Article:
INTERNALIZED “DIETISM”

• Many really like being a part of a group, so much so that they wholeheartedly take, vegansim for example, on as their identity. It dominates the foreground of the expression of themselves; it becomes a community they seek out as to reinforce their persona; and it becomes a lens through which they view the world. (I believe a part of what paves this path is how often one is continually receiving labels from the outside. Being put in the same box time and time again, the subject grows to see that box as their home.)

• Within one group of eaters, let’s say vegan, I’ve observed that when members of the group make choices to try something different, and reintroduce eggs for example, there are repercussions. They are often harshly judged and even shunned from the group. It is now the vegans who have learned to occupy the role of their oppressor. They act out the ways they’ve have been oppressed on others within their group, or against others in another diet minority group. Members of the group also work to reinforce stereotypes they’ve come to believe. “If all vegans are dirty hippies, let’s judge her for wearing make-up and dressing preppy.”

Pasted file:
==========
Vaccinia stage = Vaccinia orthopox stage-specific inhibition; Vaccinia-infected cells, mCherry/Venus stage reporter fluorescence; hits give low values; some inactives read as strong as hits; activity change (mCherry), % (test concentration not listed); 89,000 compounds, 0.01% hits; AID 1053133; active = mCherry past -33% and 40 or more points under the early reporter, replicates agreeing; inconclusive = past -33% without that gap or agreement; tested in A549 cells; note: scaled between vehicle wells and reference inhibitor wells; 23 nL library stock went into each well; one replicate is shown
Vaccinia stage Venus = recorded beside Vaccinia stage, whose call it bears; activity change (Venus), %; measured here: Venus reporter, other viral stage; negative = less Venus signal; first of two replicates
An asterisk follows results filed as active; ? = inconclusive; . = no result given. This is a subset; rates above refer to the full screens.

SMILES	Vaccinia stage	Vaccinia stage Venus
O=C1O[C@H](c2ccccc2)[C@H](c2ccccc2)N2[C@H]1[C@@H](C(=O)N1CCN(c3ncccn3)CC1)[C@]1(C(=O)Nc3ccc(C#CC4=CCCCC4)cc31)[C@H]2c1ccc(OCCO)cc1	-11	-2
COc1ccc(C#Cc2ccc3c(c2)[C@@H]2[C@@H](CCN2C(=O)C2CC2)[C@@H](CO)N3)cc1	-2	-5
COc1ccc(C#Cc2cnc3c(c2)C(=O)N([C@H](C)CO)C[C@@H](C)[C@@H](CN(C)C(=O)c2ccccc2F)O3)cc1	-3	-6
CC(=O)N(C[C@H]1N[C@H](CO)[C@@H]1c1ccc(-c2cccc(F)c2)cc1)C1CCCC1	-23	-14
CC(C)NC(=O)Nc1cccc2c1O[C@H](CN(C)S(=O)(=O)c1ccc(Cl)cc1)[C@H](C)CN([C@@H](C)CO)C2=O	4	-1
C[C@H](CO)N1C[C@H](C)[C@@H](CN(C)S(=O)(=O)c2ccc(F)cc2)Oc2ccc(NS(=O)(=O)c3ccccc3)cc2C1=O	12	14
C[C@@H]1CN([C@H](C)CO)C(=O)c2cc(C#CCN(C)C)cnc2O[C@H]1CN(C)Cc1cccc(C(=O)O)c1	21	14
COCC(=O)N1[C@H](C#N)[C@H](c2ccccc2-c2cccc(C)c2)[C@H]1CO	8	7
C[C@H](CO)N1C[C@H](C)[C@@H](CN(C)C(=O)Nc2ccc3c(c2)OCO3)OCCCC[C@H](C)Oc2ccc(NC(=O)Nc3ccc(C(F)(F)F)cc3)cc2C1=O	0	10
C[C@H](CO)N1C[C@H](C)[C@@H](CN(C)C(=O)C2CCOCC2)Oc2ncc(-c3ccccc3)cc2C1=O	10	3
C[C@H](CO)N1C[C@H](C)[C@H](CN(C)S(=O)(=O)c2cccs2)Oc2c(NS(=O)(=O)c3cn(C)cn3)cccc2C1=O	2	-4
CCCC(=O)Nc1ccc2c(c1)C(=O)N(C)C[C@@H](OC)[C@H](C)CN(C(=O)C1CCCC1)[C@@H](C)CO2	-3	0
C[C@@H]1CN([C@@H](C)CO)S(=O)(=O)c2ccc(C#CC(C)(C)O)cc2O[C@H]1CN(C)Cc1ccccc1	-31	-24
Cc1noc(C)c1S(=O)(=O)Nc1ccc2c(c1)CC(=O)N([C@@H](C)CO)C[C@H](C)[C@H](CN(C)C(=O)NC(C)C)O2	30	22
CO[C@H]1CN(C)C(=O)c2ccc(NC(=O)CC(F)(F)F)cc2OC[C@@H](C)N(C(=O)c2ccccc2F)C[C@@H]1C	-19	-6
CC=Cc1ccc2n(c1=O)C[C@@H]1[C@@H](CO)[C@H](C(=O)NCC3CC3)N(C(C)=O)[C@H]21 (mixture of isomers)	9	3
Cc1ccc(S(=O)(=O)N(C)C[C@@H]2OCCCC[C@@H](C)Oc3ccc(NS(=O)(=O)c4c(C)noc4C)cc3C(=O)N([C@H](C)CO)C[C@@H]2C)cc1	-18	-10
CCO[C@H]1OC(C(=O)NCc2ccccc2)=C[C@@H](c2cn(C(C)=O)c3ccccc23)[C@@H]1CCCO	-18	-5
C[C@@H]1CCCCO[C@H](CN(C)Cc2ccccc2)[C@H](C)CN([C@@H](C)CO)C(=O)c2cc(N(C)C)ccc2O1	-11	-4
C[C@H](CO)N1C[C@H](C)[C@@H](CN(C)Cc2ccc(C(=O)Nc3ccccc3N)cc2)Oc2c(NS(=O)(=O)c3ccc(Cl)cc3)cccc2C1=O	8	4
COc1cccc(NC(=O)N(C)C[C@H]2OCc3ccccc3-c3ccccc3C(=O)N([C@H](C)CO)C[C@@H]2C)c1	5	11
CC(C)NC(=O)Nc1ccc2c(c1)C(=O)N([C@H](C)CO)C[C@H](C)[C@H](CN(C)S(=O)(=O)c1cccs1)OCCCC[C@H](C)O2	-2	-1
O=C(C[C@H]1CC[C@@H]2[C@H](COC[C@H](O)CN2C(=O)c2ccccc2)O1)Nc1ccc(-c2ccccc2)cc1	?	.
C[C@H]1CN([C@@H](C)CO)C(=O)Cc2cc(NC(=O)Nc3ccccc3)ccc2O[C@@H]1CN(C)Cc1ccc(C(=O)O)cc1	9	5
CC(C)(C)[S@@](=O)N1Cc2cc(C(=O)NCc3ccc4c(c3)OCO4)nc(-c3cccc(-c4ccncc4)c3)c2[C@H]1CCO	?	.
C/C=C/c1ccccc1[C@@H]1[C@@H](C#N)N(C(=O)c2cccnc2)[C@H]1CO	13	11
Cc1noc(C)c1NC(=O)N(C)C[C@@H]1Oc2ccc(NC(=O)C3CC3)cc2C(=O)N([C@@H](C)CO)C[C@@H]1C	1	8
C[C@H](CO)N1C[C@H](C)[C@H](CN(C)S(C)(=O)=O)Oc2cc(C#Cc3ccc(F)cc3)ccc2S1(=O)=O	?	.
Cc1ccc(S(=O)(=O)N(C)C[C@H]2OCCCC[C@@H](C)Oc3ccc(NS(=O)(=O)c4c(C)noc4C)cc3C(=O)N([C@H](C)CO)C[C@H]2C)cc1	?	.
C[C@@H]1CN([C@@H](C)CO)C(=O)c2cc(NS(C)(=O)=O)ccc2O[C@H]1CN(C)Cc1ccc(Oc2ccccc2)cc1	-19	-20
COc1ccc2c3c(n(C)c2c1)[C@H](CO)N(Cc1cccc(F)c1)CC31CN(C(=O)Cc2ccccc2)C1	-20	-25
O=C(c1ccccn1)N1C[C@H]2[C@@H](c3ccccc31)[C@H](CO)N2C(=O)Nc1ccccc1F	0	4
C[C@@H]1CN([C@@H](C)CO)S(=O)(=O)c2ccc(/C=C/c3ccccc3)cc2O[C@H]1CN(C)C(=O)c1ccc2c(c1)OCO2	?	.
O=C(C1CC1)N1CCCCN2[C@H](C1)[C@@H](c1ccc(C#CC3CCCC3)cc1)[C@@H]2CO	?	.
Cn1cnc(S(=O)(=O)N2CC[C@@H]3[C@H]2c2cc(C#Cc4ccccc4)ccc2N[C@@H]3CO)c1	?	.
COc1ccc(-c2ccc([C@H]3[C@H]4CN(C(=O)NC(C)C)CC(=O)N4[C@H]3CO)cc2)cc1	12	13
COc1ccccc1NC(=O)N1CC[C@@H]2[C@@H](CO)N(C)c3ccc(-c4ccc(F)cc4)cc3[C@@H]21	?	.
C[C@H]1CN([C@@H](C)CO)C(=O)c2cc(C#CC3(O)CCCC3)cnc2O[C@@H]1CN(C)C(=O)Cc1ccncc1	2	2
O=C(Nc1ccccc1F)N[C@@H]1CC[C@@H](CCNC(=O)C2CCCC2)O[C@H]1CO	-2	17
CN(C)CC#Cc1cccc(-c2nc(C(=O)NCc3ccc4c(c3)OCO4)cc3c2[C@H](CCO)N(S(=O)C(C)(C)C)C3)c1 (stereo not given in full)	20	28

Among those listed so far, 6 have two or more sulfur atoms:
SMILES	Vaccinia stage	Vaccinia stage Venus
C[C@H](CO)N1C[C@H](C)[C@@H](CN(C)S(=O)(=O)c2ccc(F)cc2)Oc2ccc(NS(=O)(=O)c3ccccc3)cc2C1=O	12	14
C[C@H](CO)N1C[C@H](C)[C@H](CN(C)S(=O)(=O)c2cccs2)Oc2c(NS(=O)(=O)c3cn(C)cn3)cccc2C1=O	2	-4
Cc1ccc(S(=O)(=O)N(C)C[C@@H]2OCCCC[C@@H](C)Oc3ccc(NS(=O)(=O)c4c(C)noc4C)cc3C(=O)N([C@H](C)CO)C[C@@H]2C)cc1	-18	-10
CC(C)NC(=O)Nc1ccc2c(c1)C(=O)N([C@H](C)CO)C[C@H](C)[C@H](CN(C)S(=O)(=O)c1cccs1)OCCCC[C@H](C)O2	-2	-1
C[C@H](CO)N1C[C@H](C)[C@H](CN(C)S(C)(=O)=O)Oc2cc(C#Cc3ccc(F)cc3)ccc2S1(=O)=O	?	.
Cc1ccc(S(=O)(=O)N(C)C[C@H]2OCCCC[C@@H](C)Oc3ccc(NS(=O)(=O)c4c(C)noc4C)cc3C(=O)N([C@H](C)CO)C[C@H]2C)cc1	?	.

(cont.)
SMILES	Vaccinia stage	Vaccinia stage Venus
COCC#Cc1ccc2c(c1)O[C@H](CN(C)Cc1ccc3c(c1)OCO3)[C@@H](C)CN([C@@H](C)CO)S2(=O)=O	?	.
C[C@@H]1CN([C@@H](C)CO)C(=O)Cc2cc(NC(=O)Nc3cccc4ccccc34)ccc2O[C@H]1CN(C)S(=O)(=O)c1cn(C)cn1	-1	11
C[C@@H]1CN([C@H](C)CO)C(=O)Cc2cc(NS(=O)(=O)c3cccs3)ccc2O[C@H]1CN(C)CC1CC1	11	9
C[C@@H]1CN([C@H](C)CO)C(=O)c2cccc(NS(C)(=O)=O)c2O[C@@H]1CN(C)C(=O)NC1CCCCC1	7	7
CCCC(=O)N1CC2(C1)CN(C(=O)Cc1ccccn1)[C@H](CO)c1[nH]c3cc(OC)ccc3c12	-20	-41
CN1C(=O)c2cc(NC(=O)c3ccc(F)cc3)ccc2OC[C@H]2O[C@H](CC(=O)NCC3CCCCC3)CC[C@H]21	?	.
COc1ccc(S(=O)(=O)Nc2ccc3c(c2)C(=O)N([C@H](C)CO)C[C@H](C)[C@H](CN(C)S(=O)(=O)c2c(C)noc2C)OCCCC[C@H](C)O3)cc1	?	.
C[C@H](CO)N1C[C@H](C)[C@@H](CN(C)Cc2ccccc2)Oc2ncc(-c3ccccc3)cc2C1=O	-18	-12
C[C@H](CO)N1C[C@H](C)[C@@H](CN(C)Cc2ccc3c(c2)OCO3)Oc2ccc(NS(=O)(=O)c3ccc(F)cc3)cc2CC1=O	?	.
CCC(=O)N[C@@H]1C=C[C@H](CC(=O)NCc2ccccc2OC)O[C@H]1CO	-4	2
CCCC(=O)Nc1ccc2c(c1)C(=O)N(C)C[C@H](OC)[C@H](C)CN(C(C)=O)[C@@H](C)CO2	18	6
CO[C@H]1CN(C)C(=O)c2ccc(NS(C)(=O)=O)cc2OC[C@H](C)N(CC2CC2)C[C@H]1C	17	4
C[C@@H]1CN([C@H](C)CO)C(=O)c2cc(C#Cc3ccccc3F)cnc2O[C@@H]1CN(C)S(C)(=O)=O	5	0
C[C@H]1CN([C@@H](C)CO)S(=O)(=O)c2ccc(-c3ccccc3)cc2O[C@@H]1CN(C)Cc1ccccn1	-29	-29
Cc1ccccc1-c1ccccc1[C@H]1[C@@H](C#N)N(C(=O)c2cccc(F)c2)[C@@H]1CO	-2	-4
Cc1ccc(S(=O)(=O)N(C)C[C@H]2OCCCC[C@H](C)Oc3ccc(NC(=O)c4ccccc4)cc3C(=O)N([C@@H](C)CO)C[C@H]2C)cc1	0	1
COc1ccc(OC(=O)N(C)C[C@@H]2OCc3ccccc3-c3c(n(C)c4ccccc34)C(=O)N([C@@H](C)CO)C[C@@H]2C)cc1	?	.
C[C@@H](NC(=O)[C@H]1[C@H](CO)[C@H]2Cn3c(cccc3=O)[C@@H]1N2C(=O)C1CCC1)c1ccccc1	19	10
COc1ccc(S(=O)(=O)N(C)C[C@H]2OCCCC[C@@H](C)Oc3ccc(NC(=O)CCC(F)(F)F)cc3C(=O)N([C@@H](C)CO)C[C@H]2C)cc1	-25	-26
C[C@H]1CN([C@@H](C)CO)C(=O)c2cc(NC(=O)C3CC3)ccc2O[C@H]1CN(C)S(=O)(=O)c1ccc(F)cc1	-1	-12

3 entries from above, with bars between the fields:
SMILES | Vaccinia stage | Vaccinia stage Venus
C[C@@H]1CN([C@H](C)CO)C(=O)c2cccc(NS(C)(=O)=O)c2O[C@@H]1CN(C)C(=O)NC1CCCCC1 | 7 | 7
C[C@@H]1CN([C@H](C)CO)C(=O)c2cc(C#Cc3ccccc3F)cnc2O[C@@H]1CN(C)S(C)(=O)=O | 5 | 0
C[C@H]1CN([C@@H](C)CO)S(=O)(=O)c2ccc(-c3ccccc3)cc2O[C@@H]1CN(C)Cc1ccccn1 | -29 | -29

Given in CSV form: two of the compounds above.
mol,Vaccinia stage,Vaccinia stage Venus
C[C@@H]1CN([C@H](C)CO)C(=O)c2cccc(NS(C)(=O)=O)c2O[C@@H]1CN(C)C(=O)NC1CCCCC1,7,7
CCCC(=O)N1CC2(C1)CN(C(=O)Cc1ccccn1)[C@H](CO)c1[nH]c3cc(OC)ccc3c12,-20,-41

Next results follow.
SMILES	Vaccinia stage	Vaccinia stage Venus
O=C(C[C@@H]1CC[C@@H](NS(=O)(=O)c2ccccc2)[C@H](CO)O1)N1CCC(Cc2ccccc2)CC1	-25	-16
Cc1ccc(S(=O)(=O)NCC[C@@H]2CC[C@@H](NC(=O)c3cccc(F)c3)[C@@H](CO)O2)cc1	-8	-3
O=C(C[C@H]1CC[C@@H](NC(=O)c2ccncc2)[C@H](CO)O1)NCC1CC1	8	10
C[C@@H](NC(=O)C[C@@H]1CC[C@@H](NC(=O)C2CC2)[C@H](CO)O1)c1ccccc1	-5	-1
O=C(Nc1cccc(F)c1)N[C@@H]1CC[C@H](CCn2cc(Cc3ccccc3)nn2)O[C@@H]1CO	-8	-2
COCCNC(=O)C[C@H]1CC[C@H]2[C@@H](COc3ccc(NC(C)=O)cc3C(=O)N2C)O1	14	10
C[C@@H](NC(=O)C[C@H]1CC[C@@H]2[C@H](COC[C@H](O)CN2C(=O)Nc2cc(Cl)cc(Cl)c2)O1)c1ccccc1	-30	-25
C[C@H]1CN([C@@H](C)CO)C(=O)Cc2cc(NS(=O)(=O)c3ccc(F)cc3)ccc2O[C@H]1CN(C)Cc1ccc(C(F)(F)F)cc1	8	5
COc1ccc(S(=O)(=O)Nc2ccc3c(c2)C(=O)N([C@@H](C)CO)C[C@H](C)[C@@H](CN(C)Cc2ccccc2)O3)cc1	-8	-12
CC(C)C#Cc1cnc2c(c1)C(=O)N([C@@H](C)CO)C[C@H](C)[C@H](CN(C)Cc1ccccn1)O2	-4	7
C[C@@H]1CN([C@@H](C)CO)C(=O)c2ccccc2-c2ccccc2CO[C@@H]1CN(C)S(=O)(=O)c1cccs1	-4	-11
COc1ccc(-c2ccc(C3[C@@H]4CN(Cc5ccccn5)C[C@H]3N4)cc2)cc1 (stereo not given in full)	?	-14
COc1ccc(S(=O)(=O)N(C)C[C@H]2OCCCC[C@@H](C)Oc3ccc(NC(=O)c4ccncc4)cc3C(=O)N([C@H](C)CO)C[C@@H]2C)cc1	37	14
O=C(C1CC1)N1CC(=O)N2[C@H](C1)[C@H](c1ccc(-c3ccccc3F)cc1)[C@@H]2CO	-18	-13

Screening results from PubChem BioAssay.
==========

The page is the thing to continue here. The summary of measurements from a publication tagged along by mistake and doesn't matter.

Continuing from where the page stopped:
• I’ve witnessed over the years that diet groups have become more and more fragmented. Where it used to be just omnivore or vegetarian, it’s now broken down into pescaterian, lacto-ovo-vegetarian, paleo, plant-based, whole-food focused, locavore, beegan, vegan, high carb vegan, raw vegan, low fat raw vegan, fruitarian, raw till 4pm vegan etc. Choice is great and labels can certainly be helpful in a restaurant; but when walls go up simply to give individuals something to push up against, no-one wins. Why is this important? Because it keeps our focus on the space between, so much so that we loose sight of what is there holding us together. As long as we stay divided we stay distracted. As long as we as we seek separateness, we sacrifice strength.

 

OVERALL

• I’ve seen that diet is a particularly charged subject for everyone, sometimes to the intensity of religion or politics.

• Many of the pieces around oppression – skin color, first language, ethnic background, country of origin, and biological gender stay with us our whole lives. Food does as well, and so the stories around it become quite involved and engrained. We don’t have much freedom over if we eat, the one thing we do have some freedom around is what we eat. Perhaps that’s why this choice is such a point of sensitivity.

 

TO THE READER

• In your opinion, would this fall under oppression?

• Have you experienced, let’s call it, “dietism”?